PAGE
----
How Watching ‘Degrassi’ Helped Me Cope With My Disability
I started watching “Degrassi: The Next Generation” on the N network back in 2008 when I had entered the sixth grade and I began to struggle with accepting my cerebral palsy. I was going through puberty and dealing with everything else a typical teenage girl goes through, but on wheels. I often felt like I was the outcast of my grade, being the only girl in my special education class and being the only student that cared about her grades. I found it very difficult to be a part of that crew.
When everybody’s talking about “Friday Night Smackdown,” you feel like you have no choice but to watch it because that’s how you’re going to fit in, although you could care less about The Undertaker. I remember being so desperate to find something or someone I could relate to. It wasn’t until I came across “Degrassi” that I finally felt like someone understood me and my struggles. It helped me see I wasn’t alone in my battles with accepting the fact I would need to use a wheelchair for the rest of my life. When I saw Jimmy Brooks for the first time sitting in his wheelchair rolling on my TV, my life changed.
I remember looking at the TV and immediately falling in love with Jimmy Brooks’ character and the struggles he faced as a paraplegic teenager. He went from the star basketball player to being a disabled teen, and had to learn to accept it and try to adjust to a new life and do the things he loved. As I’ve had to learn how to accept cerebral palsy, I can relate to Jimmy Brooks’ struggles and challenges. Being labeled for your disabilities instead of your abilities is a challenging thing.
I remember being a teen and having to deal with bullying and I would eat lunch alone sometimes. I would cry and ask myself why I was made this way, but then I’d go home to watch “Degrassi” and realize that everything will be OK. As soon as I saw Jimmy, I remembered I was not alone in dealing with society and my disability.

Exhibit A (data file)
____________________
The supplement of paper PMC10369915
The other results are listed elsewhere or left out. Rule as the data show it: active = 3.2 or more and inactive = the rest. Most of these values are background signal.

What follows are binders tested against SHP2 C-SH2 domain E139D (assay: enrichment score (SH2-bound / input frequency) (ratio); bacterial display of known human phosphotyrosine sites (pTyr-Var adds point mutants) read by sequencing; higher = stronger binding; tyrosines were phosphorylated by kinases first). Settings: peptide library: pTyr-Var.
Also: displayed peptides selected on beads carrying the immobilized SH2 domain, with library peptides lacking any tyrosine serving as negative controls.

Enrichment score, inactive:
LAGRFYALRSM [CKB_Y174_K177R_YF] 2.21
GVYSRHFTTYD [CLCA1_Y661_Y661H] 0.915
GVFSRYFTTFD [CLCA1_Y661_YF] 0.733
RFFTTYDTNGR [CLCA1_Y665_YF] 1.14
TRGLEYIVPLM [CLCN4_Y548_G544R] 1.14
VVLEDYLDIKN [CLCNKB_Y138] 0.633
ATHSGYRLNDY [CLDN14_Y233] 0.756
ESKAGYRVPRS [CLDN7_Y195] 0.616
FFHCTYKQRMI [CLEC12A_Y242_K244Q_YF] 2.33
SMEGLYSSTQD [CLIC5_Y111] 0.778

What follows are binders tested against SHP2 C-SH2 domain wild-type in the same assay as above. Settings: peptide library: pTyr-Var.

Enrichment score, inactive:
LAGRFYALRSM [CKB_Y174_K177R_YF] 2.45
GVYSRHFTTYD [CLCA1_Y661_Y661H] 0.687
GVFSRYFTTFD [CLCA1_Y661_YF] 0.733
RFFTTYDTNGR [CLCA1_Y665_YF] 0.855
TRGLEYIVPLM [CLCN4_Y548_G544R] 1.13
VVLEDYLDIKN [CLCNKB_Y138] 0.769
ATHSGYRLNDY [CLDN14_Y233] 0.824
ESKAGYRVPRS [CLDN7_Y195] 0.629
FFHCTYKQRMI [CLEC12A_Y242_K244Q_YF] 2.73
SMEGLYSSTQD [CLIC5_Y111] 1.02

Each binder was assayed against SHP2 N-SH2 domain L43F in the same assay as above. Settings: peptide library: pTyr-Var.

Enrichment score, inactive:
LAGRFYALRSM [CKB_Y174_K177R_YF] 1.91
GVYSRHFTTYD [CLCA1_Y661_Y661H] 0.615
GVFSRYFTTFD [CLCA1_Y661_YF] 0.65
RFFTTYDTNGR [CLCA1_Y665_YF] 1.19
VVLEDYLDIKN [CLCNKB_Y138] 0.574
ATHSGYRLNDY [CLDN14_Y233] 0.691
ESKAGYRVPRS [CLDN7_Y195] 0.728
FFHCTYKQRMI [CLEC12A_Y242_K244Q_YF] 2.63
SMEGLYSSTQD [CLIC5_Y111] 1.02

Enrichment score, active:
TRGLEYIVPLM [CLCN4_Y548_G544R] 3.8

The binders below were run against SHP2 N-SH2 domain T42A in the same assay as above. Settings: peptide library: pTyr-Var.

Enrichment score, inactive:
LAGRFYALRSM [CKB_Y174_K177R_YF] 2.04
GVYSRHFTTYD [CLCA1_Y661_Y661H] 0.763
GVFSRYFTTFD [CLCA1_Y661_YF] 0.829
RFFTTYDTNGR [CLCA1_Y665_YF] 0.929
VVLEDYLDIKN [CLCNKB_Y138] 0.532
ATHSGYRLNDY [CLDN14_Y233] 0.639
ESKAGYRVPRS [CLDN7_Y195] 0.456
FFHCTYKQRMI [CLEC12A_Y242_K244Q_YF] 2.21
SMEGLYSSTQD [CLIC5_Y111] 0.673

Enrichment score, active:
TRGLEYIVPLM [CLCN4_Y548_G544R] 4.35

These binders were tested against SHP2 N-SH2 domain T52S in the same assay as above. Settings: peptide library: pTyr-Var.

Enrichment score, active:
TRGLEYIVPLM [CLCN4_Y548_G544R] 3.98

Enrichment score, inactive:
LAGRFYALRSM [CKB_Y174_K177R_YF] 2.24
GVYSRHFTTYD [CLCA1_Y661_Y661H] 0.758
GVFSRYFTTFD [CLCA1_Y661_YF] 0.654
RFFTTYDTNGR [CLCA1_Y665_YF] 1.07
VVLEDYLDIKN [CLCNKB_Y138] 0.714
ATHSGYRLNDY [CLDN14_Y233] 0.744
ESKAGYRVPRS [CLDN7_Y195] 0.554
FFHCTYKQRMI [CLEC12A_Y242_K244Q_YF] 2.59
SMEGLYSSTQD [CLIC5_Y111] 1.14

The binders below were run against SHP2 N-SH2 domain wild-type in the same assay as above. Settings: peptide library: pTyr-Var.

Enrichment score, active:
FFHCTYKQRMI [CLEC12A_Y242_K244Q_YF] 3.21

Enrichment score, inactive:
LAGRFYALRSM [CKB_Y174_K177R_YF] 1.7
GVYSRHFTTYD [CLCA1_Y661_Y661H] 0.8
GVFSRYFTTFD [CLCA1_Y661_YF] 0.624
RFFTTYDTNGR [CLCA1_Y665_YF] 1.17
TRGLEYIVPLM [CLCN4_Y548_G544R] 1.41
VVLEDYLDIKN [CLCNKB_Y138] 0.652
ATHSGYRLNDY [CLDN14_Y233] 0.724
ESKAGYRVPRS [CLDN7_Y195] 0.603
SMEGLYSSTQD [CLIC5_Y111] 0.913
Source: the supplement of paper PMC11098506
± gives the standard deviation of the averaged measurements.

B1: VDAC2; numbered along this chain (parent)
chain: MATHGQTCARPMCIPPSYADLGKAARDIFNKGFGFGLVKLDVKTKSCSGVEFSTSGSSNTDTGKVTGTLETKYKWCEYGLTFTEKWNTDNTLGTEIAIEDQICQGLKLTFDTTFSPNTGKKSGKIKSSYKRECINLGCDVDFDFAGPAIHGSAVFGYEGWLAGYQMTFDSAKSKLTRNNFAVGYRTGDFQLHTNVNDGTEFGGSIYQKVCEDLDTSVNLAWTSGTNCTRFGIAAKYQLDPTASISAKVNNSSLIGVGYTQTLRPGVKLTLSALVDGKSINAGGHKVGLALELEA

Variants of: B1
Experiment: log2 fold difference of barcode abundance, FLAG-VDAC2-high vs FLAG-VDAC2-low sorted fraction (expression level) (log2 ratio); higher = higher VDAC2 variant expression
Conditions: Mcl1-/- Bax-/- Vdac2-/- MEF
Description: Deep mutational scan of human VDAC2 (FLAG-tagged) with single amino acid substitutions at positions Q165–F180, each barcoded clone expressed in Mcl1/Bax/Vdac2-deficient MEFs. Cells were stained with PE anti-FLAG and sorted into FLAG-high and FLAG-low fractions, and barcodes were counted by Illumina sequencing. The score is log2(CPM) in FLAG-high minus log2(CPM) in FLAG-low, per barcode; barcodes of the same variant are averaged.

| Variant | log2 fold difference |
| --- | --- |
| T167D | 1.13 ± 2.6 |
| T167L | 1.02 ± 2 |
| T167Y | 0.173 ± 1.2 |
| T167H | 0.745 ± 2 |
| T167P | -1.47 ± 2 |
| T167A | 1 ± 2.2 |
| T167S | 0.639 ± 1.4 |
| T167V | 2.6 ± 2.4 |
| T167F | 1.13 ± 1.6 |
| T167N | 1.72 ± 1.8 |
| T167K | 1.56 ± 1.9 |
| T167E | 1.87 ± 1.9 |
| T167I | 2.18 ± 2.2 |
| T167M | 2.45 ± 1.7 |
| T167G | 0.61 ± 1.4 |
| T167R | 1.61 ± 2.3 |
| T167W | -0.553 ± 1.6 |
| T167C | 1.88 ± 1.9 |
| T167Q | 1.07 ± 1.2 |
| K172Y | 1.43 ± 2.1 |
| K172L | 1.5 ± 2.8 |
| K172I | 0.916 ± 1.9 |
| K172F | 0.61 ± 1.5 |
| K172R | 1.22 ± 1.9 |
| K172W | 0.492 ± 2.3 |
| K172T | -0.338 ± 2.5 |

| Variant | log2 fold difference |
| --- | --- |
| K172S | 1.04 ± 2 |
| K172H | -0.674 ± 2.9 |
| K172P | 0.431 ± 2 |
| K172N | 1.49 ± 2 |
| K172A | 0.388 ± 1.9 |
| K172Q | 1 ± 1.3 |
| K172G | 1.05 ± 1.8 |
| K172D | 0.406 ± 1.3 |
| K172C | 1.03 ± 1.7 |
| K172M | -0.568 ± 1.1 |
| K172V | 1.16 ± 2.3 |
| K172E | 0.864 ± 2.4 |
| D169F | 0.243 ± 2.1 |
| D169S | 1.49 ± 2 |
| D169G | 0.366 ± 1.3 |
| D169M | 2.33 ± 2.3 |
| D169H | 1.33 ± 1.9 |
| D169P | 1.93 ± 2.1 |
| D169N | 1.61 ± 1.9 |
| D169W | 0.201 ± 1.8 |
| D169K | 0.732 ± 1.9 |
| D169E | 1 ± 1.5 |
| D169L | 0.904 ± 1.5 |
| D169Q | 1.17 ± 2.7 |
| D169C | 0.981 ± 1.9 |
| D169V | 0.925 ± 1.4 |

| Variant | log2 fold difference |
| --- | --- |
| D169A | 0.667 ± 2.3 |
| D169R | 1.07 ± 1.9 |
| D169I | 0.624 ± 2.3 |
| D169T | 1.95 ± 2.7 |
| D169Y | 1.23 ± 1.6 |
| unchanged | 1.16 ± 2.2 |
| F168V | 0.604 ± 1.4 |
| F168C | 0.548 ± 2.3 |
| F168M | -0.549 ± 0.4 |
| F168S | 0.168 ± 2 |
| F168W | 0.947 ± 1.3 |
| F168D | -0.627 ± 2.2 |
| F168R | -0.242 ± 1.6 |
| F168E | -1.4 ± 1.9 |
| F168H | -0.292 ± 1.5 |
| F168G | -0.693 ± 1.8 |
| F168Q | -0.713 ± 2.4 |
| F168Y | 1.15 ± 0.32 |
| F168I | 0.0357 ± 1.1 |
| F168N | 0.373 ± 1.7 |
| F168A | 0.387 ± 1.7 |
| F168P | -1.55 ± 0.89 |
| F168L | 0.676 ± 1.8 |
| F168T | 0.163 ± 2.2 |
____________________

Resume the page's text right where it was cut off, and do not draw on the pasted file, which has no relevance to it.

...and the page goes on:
I thank the writers and creators of “Degrassi” for bringing awareness to the disability world and the struggles we face as humans on a day-to-day basis. I believe “Degrassi” was a new beginning of spreading awareness for people with disabilities. If it weren’t for “Degrassi,” who knows how I would have coped with bullying in middle school. I’d probably have forever felt as if I was alone in the world, with no one that understood me at that time.
I’m thankful that there are more television shows today with characters that have disabilities, like “Breaking Bad,” ABC’s “Speechless” and A&E’s “Born This Way”. These types of shows are helping show people what having a disability is like, that just because we do things differently, it doesn’t mean we’re any less human or normal.
I hope that the younger generation of people with disabilities copes with their disabilities better than before. I hope they find shows or people or characters to help make them feel better and remind them they’re not alone. Just like “Degrassi” helped me cope with my cerebral palsy.
Image via Degrassi Wikia.